By Hannah Cordes, Education Manager at Portland Stage
A few weeks ago, we started our first after school class of the season: All Hallows’ Eve Teen Conservatory. So far, it is has been a wild ride of spooky surprises, curious discoveries, and hilarious anecdotes. Our students are delightfully outspoken, endlessly creative, and admirably dedicated. What I enjoy most about working with these young people, however, is how much they make me laugh. Their quirky uniqueness never fails to create an eventful class each week. For example, when we brainstormed our theater company name, some of the suggestions they came up with included: “The Tell-Tale Kidneys”, “Trainwreck”, “The HallowTWEEN Company”, “The Haunted Blueness of Blue-ing Way”, “The Ghosts of the Purple Floor” (our Theater for Kids space has a bright purple floor), and, the name they ended up selecting, “The Democratic Grim Society of Hauntedness”. Clearly, these are no run-of-the-mill kids.
All Hallows’ Eve Teen Conservatory is a process-based class culminating in a final performance (which is coming up soon! October 29th at 2:00PM, open to the public!). On the first day of class, Julia (one of our wonderful Education Interns this season) and I asked the students what scared them. Some of their answers were what I had expected: spiders, witches, snakes, clowns, dolls, heights, etc. Others surprised me with their depth: darkness/the void/nothingness or losing someone you love. And, of course, some of their answers delighted me: awkward silences, whales, running (not walking) Zombies (which they deemed “The Jogging Dead”), and mind-blowing existential questions. We also asked them what their favorite scary stories were. They came up with a variety of stories from a wide-range of time periods, including the legend of Bloody Mary, Edgar Allen Poe poems/stories, and episodes of Doctor Who and Supernatural.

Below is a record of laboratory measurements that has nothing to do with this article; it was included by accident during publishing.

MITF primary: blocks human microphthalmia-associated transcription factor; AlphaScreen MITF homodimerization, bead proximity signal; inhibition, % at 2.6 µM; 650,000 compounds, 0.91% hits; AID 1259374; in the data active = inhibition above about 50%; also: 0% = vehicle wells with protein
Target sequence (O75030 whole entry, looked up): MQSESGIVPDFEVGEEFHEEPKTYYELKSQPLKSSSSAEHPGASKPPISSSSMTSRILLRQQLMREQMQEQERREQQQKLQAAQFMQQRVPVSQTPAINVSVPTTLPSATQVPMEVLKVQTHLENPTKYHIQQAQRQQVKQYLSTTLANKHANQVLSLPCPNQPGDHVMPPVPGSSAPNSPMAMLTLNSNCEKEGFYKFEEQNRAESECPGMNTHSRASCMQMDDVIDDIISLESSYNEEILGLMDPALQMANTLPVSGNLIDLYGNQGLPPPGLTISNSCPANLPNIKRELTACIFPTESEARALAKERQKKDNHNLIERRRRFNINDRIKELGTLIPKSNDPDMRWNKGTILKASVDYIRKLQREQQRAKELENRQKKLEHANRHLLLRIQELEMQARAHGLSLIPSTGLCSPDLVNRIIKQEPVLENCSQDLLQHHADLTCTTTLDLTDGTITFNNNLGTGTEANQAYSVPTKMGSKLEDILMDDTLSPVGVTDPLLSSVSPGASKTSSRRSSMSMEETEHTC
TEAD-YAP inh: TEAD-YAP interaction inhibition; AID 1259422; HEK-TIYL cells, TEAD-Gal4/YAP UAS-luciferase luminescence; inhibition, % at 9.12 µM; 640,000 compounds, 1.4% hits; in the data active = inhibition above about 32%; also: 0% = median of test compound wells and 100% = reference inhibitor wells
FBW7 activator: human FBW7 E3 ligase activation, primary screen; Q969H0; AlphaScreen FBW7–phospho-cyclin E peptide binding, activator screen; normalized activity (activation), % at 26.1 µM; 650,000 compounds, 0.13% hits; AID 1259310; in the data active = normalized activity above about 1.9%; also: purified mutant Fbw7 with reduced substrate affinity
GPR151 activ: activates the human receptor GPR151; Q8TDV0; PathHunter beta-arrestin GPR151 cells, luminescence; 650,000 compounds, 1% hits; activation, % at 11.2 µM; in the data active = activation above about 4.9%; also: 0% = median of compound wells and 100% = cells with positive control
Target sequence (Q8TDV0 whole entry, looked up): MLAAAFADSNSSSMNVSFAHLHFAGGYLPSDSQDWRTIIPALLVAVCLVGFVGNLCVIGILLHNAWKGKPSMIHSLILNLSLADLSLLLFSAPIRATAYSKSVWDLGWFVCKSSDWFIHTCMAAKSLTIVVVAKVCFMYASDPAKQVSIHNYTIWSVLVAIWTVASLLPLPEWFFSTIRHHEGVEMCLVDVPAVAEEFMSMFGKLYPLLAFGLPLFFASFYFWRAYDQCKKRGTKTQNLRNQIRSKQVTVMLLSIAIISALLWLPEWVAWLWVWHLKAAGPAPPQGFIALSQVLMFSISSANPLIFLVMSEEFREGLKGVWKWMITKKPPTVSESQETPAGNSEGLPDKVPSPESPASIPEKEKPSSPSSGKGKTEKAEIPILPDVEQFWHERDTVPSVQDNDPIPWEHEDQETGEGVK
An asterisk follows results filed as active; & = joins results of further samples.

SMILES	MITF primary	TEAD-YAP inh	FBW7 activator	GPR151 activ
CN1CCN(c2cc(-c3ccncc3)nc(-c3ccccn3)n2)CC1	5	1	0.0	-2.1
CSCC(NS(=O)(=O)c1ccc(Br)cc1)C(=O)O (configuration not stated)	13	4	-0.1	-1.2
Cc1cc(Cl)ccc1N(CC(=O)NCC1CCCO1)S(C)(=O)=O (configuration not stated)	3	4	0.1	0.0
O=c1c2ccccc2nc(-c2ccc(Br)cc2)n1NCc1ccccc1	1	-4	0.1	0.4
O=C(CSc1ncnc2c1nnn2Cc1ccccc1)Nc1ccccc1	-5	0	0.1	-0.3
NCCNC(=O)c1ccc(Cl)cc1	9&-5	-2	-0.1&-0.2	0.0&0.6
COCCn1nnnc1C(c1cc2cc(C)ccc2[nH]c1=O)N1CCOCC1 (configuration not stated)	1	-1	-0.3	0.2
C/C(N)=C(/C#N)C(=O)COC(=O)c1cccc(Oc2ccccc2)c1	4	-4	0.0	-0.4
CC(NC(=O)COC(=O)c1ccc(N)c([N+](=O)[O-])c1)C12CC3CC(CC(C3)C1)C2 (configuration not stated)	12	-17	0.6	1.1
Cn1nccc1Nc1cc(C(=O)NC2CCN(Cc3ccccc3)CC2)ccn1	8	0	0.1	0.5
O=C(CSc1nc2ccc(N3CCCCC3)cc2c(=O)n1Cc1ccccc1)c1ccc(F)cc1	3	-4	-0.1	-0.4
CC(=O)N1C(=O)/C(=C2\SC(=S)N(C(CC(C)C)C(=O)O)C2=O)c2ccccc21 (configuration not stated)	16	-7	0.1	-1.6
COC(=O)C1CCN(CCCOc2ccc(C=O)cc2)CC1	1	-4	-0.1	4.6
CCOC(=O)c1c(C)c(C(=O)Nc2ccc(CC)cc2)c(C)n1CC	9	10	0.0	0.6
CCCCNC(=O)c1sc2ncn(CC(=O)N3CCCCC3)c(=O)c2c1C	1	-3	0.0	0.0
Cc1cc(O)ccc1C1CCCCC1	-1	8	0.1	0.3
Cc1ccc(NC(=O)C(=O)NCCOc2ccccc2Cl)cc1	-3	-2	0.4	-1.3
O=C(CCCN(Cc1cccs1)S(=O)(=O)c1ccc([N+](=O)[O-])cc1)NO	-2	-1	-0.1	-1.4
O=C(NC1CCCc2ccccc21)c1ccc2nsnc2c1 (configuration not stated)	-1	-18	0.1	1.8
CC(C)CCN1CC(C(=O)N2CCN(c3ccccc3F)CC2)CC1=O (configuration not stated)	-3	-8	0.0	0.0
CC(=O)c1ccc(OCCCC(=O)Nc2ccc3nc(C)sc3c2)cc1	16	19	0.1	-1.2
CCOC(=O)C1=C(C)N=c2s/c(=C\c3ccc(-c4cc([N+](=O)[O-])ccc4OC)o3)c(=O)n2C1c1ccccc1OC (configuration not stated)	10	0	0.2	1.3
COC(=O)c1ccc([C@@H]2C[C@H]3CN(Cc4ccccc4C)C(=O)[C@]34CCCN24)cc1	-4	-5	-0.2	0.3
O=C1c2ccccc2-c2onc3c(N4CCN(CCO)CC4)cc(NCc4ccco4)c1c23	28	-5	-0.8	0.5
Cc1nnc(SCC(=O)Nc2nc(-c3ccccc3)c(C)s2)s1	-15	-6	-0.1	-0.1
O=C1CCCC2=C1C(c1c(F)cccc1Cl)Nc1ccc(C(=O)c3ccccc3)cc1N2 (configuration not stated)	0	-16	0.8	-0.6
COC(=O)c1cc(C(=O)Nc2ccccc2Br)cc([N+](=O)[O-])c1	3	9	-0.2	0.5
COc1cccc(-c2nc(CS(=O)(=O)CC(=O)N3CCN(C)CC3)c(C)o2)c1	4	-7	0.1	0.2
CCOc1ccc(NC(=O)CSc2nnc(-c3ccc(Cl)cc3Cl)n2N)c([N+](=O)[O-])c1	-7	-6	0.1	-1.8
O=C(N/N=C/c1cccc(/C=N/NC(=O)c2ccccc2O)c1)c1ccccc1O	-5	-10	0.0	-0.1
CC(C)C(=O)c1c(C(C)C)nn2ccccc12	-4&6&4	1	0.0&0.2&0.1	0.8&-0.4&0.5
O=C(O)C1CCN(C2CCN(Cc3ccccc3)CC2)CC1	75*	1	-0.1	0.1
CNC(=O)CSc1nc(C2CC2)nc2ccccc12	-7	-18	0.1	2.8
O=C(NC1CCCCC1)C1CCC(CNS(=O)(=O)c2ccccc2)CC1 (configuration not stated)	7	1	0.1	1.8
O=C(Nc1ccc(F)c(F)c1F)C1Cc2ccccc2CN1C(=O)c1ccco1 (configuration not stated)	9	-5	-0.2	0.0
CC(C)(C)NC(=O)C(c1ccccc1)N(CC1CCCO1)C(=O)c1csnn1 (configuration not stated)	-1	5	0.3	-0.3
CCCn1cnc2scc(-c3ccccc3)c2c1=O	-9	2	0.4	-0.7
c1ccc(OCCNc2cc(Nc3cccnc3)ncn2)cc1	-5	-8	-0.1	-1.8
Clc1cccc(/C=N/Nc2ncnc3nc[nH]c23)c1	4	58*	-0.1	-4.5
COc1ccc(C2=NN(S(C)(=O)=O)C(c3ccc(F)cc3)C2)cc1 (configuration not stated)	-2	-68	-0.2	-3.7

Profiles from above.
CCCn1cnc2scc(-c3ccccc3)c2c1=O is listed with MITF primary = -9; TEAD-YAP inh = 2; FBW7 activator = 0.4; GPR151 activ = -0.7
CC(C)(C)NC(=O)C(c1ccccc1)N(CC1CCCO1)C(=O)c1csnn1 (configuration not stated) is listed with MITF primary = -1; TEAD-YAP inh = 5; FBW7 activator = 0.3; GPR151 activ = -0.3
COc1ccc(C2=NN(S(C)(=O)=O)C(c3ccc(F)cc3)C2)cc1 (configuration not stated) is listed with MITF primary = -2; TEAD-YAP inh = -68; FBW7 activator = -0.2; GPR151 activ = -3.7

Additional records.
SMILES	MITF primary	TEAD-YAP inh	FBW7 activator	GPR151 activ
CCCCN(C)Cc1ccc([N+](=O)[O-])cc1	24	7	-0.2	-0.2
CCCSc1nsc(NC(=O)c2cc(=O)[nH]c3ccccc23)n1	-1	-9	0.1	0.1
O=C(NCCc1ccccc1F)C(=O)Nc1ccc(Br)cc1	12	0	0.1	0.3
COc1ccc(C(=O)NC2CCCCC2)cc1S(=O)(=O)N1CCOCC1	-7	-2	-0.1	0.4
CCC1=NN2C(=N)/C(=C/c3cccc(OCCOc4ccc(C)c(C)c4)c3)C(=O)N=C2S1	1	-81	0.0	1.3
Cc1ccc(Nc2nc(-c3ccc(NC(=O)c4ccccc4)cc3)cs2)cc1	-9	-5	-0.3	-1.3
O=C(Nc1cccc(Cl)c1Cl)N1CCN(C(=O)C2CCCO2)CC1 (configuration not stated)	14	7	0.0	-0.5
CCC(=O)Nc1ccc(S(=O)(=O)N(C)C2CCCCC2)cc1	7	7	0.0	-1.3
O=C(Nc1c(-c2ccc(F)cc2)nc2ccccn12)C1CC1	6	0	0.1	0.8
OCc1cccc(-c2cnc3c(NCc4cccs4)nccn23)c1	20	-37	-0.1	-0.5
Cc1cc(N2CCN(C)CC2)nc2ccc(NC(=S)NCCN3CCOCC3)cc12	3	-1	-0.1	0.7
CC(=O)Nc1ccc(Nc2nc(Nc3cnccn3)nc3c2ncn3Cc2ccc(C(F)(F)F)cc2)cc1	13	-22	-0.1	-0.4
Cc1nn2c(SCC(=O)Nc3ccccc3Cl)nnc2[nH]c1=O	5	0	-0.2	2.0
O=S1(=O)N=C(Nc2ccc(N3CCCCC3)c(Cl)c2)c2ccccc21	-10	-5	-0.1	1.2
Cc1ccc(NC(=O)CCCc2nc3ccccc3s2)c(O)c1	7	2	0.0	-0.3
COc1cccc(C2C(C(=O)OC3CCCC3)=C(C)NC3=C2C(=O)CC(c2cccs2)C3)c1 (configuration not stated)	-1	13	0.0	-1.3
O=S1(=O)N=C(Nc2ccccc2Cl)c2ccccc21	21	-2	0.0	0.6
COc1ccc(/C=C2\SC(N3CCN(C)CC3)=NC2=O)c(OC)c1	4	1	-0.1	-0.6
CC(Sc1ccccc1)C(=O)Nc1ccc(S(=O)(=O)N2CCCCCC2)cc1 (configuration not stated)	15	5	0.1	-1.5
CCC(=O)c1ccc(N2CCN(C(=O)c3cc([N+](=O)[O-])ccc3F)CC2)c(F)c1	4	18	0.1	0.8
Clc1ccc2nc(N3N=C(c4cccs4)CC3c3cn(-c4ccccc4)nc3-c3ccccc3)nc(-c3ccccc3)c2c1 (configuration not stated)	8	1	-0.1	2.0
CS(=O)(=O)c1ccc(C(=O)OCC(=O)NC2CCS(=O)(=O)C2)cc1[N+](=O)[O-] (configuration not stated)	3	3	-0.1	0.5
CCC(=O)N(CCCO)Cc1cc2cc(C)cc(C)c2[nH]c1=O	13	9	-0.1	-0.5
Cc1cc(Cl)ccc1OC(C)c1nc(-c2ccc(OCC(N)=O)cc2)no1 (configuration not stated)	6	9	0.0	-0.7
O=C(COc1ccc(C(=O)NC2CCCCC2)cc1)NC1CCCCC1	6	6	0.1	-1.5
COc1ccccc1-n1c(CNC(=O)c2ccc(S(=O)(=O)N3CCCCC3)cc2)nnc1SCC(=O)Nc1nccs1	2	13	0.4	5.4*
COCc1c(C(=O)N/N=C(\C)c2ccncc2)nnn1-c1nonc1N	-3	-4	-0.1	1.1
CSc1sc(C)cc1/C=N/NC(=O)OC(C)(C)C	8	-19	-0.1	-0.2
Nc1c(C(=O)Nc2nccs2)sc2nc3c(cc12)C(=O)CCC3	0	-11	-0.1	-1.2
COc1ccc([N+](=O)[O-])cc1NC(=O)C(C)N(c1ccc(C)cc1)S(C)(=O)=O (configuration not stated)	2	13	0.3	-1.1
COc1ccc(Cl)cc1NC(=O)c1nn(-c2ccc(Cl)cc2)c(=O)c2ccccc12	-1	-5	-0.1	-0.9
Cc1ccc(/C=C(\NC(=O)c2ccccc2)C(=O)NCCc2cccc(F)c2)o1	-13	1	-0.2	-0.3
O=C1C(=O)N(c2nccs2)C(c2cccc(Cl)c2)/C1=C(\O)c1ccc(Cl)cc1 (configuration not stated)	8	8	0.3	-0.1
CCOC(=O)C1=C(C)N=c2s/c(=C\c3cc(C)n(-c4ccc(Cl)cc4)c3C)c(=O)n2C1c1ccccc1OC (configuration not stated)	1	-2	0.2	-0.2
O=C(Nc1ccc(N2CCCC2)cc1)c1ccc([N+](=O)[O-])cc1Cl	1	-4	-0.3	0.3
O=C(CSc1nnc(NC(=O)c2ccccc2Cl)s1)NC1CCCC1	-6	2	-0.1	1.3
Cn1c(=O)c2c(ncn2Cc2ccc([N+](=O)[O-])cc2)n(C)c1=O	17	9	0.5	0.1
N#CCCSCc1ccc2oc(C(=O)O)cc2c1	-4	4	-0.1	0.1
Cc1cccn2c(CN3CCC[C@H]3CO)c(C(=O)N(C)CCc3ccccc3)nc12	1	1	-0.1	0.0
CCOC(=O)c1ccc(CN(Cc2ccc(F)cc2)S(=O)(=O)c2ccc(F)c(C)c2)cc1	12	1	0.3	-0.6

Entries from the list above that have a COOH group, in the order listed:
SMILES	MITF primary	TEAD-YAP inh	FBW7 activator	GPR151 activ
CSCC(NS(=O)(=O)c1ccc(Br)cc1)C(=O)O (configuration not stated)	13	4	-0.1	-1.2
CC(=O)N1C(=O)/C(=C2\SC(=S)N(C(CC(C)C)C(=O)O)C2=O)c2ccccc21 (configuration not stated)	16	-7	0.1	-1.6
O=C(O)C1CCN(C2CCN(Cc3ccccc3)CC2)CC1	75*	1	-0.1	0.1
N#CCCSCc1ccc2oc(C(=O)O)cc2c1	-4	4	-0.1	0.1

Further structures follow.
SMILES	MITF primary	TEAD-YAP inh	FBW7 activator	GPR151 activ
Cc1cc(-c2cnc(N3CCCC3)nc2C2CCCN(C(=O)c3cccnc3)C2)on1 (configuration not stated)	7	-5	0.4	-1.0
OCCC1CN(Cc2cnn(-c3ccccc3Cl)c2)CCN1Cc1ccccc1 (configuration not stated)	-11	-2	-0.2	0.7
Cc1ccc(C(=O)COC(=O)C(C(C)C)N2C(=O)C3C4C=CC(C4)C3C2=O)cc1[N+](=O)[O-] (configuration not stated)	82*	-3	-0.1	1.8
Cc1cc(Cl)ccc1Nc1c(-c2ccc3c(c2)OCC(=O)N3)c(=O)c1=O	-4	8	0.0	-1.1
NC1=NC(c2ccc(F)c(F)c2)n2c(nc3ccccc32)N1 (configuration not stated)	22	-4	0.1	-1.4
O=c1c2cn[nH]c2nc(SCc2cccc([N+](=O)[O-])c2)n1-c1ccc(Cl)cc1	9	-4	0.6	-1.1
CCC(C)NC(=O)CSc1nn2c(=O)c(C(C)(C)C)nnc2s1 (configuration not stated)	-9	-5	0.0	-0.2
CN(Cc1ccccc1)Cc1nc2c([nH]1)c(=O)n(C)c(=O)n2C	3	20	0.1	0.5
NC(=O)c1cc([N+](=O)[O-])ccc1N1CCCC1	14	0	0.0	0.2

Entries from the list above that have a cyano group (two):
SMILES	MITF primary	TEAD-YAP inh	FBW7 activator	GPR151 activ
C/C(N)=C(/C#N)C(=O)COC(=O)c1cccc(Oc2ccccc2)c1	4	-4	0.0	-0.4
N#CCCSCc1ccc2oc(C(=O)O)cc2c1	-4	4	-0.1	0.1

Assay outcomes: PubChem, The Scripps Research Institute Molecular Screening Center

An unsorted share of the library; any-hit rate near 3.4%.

So we got to work exploring the texts from their favorite scary things and spooky stories, and again they surprised me with their cleverness and ingenuity. Their interpretation of Macbeth’s “Double, Double, Toil and Trouble” begins with each of them creeping on stage one at a time whispering “Double, Double” and ends with “something wicked this way comes” as Ruby pops out of the curtain with a mass of purple hair in front of her face, causing all of the other actors to fall to the ground. One group’s performance of The Invisible Man by H.G. Wells opens with Jack hiding under a sheet and throwing sponges at his scene partners as the invisible man himself. Another group made what they call their “speaking couch” out of blocks and cushions in order to tell the story of Edgar Allen Poe’s The Tell-Tale Heart.
As our performance date came closer, I wanted to give them a script that summed up all of their inventive ideas and concepts. So I took what they had told us about what scares them and what stories they were excited about and created a final piece of text for them to explore. Now Julia and I get the opportunity to see what these incredible teens come up with for this script. It’s going to get spooky in Theater for Kids this week!